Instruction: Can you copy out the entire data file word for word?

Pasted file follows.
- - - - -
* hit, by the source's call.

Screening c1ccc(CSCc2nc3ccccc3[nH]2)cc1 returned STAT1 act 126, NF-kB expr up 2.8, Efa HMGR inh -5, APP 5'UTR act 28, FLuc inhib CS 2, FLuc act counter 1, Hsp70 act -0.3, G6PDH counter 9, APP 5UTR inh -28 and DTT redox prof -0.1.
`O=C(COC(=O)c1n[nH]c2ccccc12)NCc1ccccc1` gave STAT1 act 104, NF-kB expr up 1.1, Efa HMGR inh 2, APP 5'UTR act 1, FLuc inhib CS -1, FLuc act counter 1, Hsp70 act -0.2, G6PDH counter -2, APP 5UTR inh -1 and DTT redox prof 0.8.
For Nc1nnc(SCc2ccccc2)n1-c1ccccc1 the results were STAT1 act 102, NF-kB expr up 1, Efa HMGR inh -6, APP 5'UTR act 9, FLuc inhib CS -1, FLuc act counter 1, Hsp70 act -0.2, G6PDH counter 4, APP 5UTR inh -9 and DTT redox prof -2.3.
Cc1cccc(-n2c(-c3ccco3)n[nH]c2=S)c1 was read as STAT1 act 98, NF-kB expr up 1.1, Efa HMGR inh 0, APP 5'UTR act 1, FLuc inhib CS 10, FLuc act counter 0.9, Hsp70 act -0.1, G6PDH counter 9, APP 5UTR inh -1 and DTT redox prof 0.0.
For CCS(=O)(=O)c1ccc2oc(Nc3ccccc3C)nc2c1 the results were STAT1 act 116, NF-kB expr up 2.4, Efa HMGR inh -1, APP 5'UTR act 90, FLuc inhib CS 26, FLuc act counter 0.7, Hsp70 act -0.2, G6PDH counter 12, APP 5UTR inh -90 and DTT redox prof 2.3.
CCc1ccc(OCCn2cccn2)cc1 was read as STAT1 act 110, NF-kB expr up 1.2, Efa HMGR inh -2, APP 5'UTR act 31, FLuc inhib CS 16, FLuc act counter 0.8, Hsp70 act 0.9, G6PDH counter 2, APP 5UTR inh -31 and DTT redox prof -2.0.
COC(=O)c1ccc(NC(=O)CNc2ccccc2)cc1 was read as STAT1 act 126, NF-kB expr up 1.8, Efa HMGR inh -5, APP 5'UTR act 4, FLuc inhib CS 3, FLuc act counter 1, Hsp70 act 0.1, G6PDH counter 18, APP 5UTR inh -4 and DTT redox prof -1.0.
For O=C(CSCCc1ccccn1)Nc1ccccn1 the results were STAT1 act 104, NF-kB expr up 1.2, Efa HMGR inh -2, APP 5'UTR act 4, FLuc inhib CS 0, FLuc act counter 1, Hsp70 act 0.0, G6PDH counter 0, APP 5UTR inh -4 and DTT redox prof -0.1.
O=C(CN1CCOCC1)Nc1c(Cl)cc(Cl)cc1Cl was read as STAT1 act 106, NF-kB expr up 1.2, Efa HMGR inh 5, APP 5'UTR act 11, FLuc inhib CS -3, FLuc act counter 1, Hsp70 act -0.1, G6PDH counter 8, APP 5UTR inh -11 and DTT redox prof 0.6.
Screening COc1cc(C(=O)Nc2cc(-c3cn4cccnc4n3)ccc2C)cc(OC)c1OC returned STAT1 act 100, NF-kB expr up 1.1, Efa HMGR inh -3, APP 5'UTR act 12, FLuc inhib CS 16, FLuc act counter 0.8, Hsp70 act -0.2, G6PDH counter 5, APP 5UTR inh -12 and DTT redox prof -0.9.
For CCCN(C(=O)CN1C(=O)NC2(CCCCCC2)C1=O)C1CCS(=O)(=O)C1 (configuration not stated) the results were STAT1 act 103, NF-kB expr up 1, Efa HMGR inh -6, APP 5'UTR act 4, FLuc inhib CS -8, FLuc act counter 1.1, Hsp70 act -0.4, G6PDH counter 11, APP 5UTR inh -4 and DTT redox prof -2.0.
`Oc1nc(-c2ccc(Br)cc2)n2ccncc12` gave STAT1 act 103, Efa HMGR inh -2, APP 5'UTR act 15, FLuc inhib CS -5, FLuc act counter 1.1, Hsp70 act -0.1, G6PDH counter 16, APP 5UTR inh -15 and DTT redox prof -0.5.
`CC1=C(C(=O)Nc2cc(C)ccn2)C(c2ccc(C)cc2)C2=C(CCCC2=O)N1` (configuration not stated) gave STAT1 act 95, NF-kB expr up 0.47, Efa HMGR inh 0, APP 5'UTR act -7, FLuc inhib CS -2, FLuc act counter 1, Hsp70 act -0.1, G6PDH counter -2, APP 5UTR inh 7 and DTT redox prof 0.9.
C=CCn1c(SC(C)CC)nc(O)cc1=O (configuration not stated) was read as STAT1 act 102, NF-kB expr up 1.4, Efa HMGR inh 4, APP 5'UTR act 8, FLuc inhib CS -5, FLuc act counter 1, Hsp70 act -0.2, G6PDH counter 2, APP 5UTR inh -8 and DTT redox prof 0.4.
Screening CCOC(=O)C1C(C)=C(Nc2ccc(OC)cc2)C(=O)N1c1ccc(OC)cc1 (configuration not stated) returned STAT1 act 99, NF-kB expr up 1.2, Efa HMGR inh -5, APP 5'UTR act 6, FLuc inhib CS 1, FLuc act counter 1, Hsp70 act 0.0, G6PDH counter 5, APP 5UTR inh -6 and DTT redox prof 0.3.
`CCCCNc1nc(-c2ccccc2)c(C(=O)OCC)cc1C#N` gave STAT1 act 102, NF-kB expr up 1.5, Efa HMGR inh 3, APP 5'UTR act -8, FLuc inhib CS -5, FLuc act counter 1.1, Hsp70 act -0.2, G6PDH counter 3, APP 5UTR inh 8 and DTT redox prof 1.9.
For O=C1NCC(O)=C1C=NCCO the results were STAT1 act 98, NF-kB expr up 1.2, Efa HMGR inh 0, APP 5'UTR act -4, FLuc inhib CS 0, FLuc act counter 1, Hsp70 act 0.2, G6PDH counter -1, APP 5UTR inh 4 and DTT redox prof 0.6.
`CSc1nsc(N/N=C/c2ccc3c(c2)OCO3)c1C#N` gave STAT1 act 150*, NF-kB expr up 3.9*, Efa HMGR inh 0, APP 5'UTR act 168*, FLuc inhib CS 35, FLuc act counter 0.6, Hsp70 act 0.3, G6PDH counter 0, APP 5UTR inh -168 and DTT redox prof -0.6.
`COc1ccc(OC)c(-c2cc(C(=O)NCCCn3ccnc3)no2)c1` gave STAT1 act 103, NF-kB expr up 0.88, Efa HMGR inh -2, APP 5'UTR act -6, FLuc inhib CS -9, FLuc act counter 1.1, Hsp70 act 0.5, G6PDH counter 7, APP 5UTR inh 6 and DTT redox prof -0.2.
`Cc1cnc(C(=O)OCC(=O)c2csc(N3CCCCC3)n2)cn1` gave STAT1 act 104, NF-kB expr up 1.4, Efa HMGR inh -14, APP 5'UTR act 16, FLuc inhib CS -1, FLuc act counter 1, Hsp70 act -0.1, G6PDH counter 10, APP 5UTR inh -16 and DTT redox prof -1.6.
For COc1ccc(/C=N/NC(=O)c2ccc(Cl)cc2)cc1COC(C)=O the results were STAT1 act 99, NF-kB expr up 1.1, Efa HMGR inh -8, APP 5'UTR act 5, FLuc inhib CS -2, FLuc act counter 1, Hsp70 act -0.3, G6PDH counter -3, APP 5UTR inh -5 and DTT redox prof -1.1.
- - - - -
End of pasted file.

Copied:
* hit, by the source's call.

Screening c1ccc(CSCc2nc3ccccc3[nH]2)cc1 returned STAT1 act 126, NF-kB expr up 2.8, Efa HMGR inh -5, APP 5'UTR act 28, FLuc inhib CS 2, FLuc act counter 1, Hsp70 act -0.3, G6PDH counter 9, APP 5UTR inh -28 and DTT redox prof -0.1.
`O=C(COC(=O)c1n[nH]c2ccccc12)NCc1ccccc1` gave STAT1 act 104, NF-kB expr up 1.1, Efa HMGR inh 2, APP 5'UTR act 1, FLuc inhib CS -1, FLuc act counter 1, Hsp70 act -0.2, G6PDH counter -2, APP 5UTR inh -1 and DTT redox prof 0.8.
For Nc1nnc(SCc2ccccc2)n1-c1ccccc1 the results were STAT1 act 102, NF-kB expr up 1, Efa HMGR inh -6, APP 5'UTR act 9, FLuc inhib CS -1, FLuc act counter 1, Hsp70 act -0.2, G6PDH counter 4, APP 5UTR inh -9 and DTT redox prof -2.3.
Cc1cccc(-n2c(-c3ccco3)n[nH]c2=S)c1 was read as STAT1 act 98, NF-kB expr up 1.1, Efa HMGR inh 0, APP 5'UTR act 1, FLuc inhib CS 10, FLuc act counter 0.9, Hsp70 act -0.1, G6PDH counter 9, APP 5UTR inh -1 and DTT redox prof 0.0.
For CCS(=O)(=O)c1ccc2oc(Nc3ccccc3C)nc2c1 the results were STAT1 act 116, NF-kB expr up 2.4, Efa HMGR inh -1, APP 5'UTR act 90, FLuc inhib CS 26, FLuc act counter 0.7, Hsp70 act -0.2, G6PDH counter 12, APP 5UTR inh -90 and DTT redox prof 2.3.
CCc1ccc(OCCn2cccn2)cc1 was read as STAT1 act 110, NF-kB expr up 1.2, Efa HMGR inh -2, APP 5'UTR act 31, FLuc inhib CS 16, FLuc act counter 0.8, Hsp70 act 0.9, G6PDH counter 2, APP 5UTR inh -31 and DTT redox prof -2.0.
COC(=O)c1ccc(NC(=O)CNc2ccccc2)cc1 was read as STAT1 act 126, NF-kB expr up 1.8, Efa HMGR inh -5, APP 5'UTR act 4, FLuc inhib CS 3, FLuc act counter 1, Hsp70 act 0.1, G6PDH counter 18, APP 5UTR inh -4 and DTT redox prof -1.0.
For O=C(CSCCc1ccccn1)Nc1ccccn1 the results were STAT1 act 104, NF-kB expr up 1.2, Efa HMGR inh -2, APP 5'UTR act 4, FLuc inhib CS 0, FLuc act counter 1, Hsp70 act 0.0, G6PDH counter 0, APP 5UTR inh -4 and DTT redox prof -0.1.
O=C(CN1CCOCC1)Nc1c(Cl)cc(Cl)cc1Cl was read as STAT1 act 106, NF-kB expr up 1.2, Efa HMGR inh 5, APP 5'UTR act 11, FLuc inhib CS -3, FLuc act counter 1, Hsp70 act -0.1, G6PDH counter 8, APP 5UTR inh -11 and DTT redox prof 0.6.
Screening COc1cc(C(=O)Nc2cc(-c3cn4cccnc4n3)ccc2C)cc(OC)c1OC returned STAT1 act 100, NF-kB expr up 1.1, Efa HMGR inh -3, APP 5'UTR act 12, FLuc inhib CS 16, FLuc act counter 0.8, Hsp70 act -0.2, G6PDH counter 5, APP 5UTR inh -12 and DTT redox prof -0.9.
For CCCN(C(=O)CN1C(=O)NC2(CCCCCC2)C1=O)C1CCS(=O)(=O)C1 (configuration not stated) the results were STAT1 act 103, NF-kB expr up 1, Efa HMGR inh -6, APP 5'UTR act 4, FLuc inhib CS -8, FLuc act counter 1.1, Hsp70 act -0.4, G6PDH counter 11, APP 5UTR inh -4 and DTT redox prof -2.0.
`Oc1nc(-c2ccc(Br)cc2)n2ccncc12` gave STAT1 act 103, Efa HMGR inh -2, APP 5'UTR act 15, FLuc inhib CS -5, FLuc act counter 1.1, Hsp70 act -0.1, G6PDH counter 16, APP 5UTR inh -15 and DTT redox prof -0.5.
`CC1=C(C(=O)Nc2cc(C)ccn2)C(c2ccc(C)cc2)C2=C(CCCC2=O)N1` (configuration not stated) gave STAT1 act 95, NF-kB expr up 0.47, Efa HMGR inh 0, APP 5'UTR act -7, FLuc inhib CS -2, FLuc act counter 1, Hsp70 act -0.1, G6PDH counter -2, APP 5UTR inh 7 and DTT redox prof 0.9.
C=CCn1c(SC(C)CC)nc(O)cc1=O (configuration not stated) was read as STAT1 act 102, NF-kB expr up 1.4, Efa HMGR inh 4, APP 5'UTR act 8, FLuc inhib CS -5, FLuc act counter 1, Hsp70 act -0.2, G6PDH counter 2, APP 5UTR inh -8 and DTT redox prof 0.4.
Screening CCOC(=O)C1C(C)=C(Nc2ccc(OC)cc2)C(=O)N1c1ccc(OC)cc1 (configuration not stated) returned STAT1 act 99, NF-kB expr up 1.2, Efa HMGR inh -5, APP 5'UTR act 6, FLuc inhib CS 1, FLuc act counter 1, Hsp70 act 0.0, G6PDH counter 5, APP 5UTR inh -6 and DTT redox prof 0.3.
`CCCCNc1nc(-c2ccccc2)c(C(=O)OCC)cc1C#N` gave STAT1 act 102, NF-kB expr up 1.5, Efa HMGR inh 3, APP 5'UTR act -8, FLuc inhib CS -5, FLuc act counter 1.1, Hsp70 act -0.2, G6PDH counter 3, APP 5UTR inh 8 and DTT redox prof 1.9.
For O=C1NCC(O)=C1C=NCCO the results were STAT1 act 98, NF-kB expr up 1.2, Efa HMGR inh 0, APP 5'UTR act -4, FLuc inhib CS 0, FLuc act counter 1, Hsp70 act 0.2, G6PDH counter -1, APP 5UTR inh 4 and DTT redox prof 0.6.
`CSc1nsc(N/N=C/c2ccc3c(c2)OCO3)c1C#N` gave STAT1 act 150*, NF-kB expr up 3.9*, Efa HMGR inh 0, APP 5'UTR act 168*, FLuc inhib CS 35, FLuc act counter 0.6, Hsp70 act 0.3, G6PDH counter 0, APP 5UTR inh -168 and DTT redox prof -0.6.
`COc1ccc(OC)c(-c2cc(C(=O)NCCCn3ccnc3)no2)c1` gave STAT1 act 103, NF-kB expr up 0.88, Efa HMGR inh -2, APP 5'UTR act -6, FLuc inhib CS -9, FLuc act counter 1.1, Hsp70 act 0.5, G6PDH counter 7, APP 5UTR inh 6 and DTT redox prof -0.2.
`Cc1cnc(C(=O)OCC(=O)c2csc(N3CCCCC3)n2)cn1` gave STAT1 act 104, NF-kB expr up 1.4, Efa HMGR inh -14, APP 5'UTR act 16, FLuc inhib CS -1, FLuc act counter 1, Hsp70 act -0.1, G6PDH counter 10, APP 5UTR inh -16 and DTT redox prof -1.6.
For COc1ccc(/C=N/NC(=O)c2ccc(Cl)cc2)cc1COC(C)=O the results were STAT1 act 99, NF-kB expr up 1.1, Efa HMGR inh -8, APP 5'UTR act 5, FLuc inhib CS -2, FLuc act counter 1, Hsp70 act -0.3, G6PDH counter -3, APP 5UTR inh -5 and DTT redox prof -1.1.